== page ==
It’s worth noting that the playoff finally ended with Kizzire’s par at the sixth extra hole, which was the par-3 17th. Waialae’s 18th is a fine golf hole, but in this case familiarity really did breed contempt.

Tweet of the week:

It was a common theme last Saturday on Oahu after an island-wide text alert was issued warning of an inbound ballistic missile and advising citizens to “seek immediate shelter.”

The alert turned out to be a mistake, someone pushed the wrong button during a shift change, but for many, like Peterson, it was a serious lesson in perspective.

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Watch: McIlroy gives Fleetwood a birthday cake

By Golf Channel DigitalJanuary 19, 2018, 2:58 pm

Tommy Fleetwood turned 27 on Friday. He celebrated with some good golf – a 4-under 68 in Abu Dhabi, leaving him only two shots back in his title defense – and a birthday cake, courtesy of Rory Mcllroy.

While giving a post-round interview, Fleetwood was surprised to see McIlroy approaching with a cake in hand.

“I actually baked this before we teed off,” McIlroy joked.

Fleetwood blew out the three candles – “three wishes!” – and offered McIlroy a slice.  

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DJ shoots 64 to surge up leaderboard in Abu Dhabi

By Ryan LavnerJanuary 19, 2018, 1:48 pm

Dustin Johnson stood out among a star-studded three-ball that combined to shoot 18 under par with just one bogey Friday at the Abu Dhabi HSBC Championship.

Shaking off a sloppy first round at Abu Dhabi Golf Club, Johnson matched the low round of the day with a 64 that put him within four shots of Thomas Pieters’ lead.

“I did everything really well,” Johnson said. “It was a pretty easy 64.”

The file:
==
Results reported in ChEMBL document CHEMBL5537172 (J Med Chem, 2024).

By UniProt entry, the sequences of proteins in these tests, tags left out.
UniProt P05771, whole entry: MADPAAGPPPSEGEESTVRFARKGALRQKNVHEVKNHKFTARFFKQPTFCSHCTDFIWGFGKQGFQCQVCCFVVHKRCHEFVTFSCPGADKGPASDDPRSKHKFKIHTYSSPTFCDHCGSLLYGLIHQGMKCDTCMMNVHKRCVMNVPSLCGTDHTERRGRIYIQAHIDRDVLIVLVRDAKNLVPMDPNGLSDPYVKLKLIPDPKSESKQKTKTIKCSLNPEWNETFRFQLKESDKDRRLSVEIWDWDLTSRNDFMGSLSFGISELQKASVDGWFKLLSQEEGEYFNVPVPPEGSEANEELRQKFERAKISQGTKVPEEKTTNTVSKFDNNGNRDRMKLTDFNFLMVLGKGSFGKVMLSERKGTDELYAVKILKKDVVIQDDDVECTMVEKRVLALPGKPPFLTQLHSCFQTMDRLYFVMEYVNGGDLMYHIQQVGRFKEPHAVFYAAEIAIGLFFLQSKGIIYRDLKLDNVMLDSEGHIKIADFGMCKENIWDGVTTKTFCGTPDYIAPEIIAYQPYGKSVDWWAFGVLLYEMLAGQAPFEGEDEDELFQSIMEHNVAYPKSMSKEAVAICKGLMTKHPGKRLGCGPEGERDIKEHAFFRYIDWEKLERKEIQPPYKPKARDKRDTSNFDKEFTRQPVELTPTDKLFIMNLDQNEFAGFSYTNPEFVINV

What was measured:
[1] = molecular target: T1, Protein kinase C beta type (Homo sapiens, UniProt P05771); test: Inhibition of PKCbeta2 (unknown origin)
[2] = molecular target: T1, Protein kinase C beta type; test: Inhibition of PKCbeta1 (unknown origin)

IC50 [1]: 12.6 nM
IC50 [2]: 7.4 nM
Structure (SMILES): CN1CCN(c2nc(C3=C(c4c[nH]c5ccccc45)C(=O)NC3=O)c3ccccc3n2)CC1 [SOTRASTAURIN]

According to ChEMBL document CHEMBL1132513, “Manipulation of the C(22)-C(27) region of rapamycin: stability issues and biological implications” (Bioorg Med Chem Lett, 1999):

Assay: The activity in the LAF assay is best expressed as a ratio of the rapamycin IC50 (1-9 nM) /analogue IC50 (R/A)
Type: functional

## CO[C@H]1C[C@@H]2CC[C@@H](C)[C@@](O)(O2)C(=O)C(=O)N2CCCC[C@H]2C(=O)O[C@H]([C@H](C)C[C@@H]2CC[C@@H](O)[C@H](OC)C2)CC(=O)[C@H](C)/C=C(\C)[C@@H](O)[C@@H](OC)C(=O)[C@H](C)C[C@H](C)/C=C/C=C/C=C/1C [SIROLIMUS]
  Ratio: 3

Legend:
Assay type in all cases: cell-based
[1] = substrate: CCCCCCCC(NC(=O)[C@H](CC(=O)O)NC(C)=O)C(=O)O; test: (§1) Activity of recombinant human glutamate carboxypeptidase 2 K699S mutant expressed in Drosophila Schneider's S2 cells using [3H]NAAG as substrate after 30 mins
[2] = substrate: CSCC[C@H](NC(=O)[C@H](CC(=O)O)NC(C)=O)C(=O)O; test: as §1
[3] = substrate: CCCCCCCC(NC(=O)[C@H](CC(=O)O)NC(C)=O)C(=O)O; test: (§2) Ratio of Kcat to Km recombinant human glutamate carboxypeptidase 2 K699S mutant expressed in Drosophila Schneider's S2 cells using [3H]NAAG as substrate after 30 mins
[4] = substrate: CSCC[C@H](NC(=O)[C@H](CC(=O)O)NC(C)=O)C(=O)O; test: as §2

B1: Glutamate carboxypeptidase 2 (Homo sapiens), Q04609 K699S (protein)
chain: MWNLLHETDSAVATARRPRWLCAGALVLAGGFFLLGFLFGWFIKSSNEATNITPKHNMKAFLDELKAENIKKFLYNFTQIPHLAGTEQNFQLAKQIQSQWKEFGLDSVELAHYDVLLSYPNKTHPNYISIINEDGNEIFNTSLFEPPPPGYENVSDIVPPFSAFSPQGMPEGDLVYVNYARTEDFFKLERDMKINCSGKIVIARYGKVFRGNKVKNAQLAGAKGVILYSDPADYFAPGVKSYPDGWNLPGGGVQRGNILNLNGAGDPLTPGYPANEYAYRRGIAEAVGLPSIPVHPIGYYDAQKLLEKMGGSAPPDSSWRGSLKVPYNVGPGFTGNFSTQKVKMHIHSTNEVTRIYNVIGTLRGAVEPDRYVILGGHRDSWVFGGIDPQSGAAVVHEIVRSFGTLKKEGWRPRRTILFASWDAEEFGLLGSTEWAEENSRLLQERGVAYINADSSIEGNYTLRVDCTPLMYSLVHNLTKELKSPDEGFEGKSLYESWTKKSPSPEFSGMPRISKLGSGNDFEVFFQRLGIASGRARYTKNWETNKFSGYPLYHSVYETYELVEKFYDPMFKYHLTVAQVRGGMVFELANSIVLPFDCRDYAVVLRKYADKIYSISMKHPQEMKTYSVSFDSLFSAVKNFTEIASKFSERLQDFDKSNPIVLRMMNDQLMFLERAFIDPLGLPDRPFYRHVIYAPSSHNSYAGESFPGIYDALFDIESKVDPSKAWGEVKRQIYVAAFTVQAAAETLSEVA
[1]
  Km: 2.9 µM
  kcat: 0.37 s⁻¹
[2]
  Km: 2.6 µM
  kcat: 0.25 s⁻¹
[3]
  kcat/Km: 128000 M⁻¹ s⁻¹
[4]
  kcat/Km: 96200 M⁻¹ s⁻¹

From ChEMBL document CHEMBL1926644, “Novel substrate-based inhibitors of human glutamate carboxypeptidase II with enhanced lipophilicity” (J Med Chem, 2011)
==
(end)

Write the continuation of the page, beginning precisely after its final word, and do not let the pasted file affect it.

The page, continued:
Johnson made four bogeys during an even-par 72 on Thursday and needed a solid round Friday to make the cut. Before long, he was closer to the lead than the cut line, making birdie on three of the last four holes and setting the pace in a group that also included good rounds from Rory McIlroy (66) and Tommy Fleetwood (68).

“Everyone was hitting good shots,” McIlroy said. “That’s all we were seeing, and it’s nice when you play in a group like that. You feed off one another.” 


Full-field scores from the Abu Dhabi HSBC Championship


Coming off a blowout victory at Kapalua, Johnson is searching for his first regular European Tour title. He tied for second at this event a year ago.

Johnson’s second-round 64 equaled the low round of the day (Jorge Campillo and Branden Grace). 

“It was just really solid all day long,” Johnson said. “Hit a lot of great shots, had a lot of looks at birdies, which is what I need to do over the next two days if I want to have a chance to win on Sunday.” 

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Closing eagle moves Rory within 3 in Abu Dhabi

By Ryan LavnerJanuary 19, 2018, 12:57 pm

What rust? Rory McIlroy appears to be in midseason form.

Playing competitively for the first time since Oct. 8, McIlroy completed 36 holes without a bogey Friday, closing with an eagle to shoot 6-under 66 to sit just three shots back at the Abu Dhabi HSBC Championship.

“I’m right in the mix after two days and I’m really happy in that position,” he told reporters afterward.

McIlroy took a 3 ½-month break to heal his body, clear his mind and work on his game after his first winless year since 2008, his first full season as a pro.

He's back on track at a familiar playground, Abu Dhabi Golf Club, where he’s racked up eight top-11s (including six top-3s) in his past nine starts there.


Full-field scores from the Abu Dhabi HSBC Championship


McIlroy opened with a 69 Thursday, then gave himself even more chances on Day 2, cruising along at 4 under for the day when he reached the par-5 closing hole. After launching a 249-yard long iron to 25 feet, he poured in the eagle putt to pull within three shots of Thomas Pieters (65). 

Despite the layoff, McIlroy edged world No. 1 Dustin Johnson, coming off a blowout victory at Kapalua, by a shot over the first two rounds. 

“DJ is definitely the No. 1 player in the world right now, and one of, if not the best, driver of the golf ball," McIlroy said. "To be up there with him over these first two days, it proves to me that I’m doing the right things and gives me a lot of confidence going forward.”